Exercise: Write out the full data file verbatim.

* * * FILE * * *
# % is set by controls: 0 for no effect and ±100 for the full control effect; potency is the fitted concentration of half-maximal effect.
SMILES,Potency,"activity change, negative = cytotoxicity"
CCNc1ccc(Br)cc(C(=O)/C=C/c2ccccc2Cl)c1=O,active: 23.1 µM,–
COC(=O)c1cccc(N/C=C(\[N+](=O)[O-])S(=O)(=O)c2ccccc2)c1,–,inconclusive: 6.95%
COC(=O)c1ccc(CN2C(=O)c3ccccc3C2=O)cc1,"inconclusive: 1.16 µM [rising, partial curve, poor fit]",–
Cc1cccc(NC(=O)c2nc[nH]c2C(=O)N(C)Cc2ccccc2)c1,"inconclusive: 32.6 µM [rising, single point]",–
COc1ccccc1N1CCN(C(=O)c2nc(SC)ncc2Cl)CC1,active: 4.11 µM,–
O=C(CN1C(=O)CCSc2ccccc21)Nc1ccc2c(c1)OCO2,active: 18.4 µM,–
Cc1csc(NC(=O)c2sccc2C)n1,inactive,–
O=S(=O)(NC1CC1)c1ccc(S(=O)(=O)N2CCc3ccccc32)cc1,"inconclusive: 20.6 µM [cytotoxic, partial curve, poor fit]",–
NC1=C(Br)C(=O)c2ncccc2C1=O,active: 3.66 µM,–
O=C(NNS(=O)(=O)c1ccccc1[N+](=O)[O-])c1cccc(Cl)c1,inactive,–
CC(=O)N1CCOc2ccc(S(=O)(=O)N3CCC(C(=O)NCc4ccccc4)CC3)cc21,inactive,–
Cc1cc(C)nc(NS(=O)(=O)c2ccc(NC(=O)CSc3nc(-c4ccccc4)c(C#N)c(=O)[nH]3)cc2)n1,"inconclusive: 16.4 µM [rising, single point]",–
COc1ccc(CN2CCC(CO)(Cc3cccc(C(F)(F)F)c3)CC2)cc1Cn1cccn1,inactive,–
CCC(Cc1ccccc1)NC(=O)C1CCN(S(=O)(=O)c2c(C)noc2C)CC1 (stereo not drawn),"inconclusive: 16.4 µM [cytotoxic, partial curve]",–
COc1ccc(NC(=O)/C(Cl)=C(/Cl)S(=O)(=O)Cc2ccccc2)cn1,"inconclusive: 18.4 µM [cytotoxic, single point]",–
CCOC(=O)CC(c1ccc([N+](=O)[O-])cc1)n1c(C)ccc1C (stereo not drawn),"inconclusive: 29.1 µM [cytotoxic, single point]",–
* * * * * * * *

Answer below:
# % is set by controls: 0 for no effect and ±100 for the full control effect; potency is the fitted concentration of half-maximal effect.
SMILES,Potency,"activity change, negative = cytotoxicity"
CCNc1ccc(Br)cc(C(=O)/C=C/c2ccccc2Cl)c1=O,active: 23.1 µM,–
COC(=O)c1cccc(N/C=C(\[N+](=O)[O-])S(=O)(=O)c2ccccc2)c1,–,inconclusive: 6.95%
COC(=O)c1ccc(CN2C(=O)c3ccccc3C2=O)cc1,"inconclusive: 1.16 µM [rising, partial curve, poor fit]",–
Cc1cccc(NC(=O)c2nc[nH]c2C(=O)N(C)Cc2ccccc2)c1,"inconclusive: 32.6 µM [rising, single point]",–
COc1ccccc1N1CCN(C(=O)c2nc(SC)ncc2Cl)CC1,active: 4.11 µM,–
O=C(CN1C(=O)CCSc2ccccc21)Nc1ccc2c(c1)OCO2,active: 18.4 µM,–
Cc1csc(NC(=O)c2sccc2C)n1,inactive,–
O=S(=O)(NC1CC1)c1ccc(S(=O)(=O)N2CCc3ccccc32)cc1,"inconclusive: 20.6 µM [cytotoxic, partial curve, poor fit]",–
NC1=C(Br)C(=O)c2ncccc2C1=O,active: 3.66 µM,–
O=C(NNS(=O)(=O)c1ccccc1[N+](=O)[O-])c1cccc(Cl)c1,inactive,–
CC(=O)N1CCOc2ccc(S(=O)(=O)N3CCC(C(=O)NCc4ccccc4)CC3)cc21,inactive,–
Cc1cc(C)nc(NS(=O)(=O)c2ccc(NC(=O)CSc3nc(-c4ccccc4)c(C#N)c(=O)[nH]3)cc2)n1,"inconclusive: 16.4 µM [rising, single point]",–
COc1ccc(CN2CCC(CO)(Cc3cccc(C(F)(F)F)c3)CC2)cc1Cn1cccn1,inactive,–
CCC(Cc1ccccc1)NC(=O)C1CCN(S(=O)(=O)c2c(C)noc2C)CC1 (stereo not drawn),"inconclusive: 16.4 µM [cytotoxic, partial curve]",–
COc1ccc(NC(=O)/C(Cl)=C(/Cl)S(=O)(=O)Cc2ccccc2)cn1,"inconclusive: 18.4 µM [cytotoxic, single point]",–
CCOC(=O)CC(c1ccc([N+](=O)[O-])cc1)n1c(C)ccc1C (stereo not drawn),"inconclusive: 29.1 µM [cytotoxic, single point]",–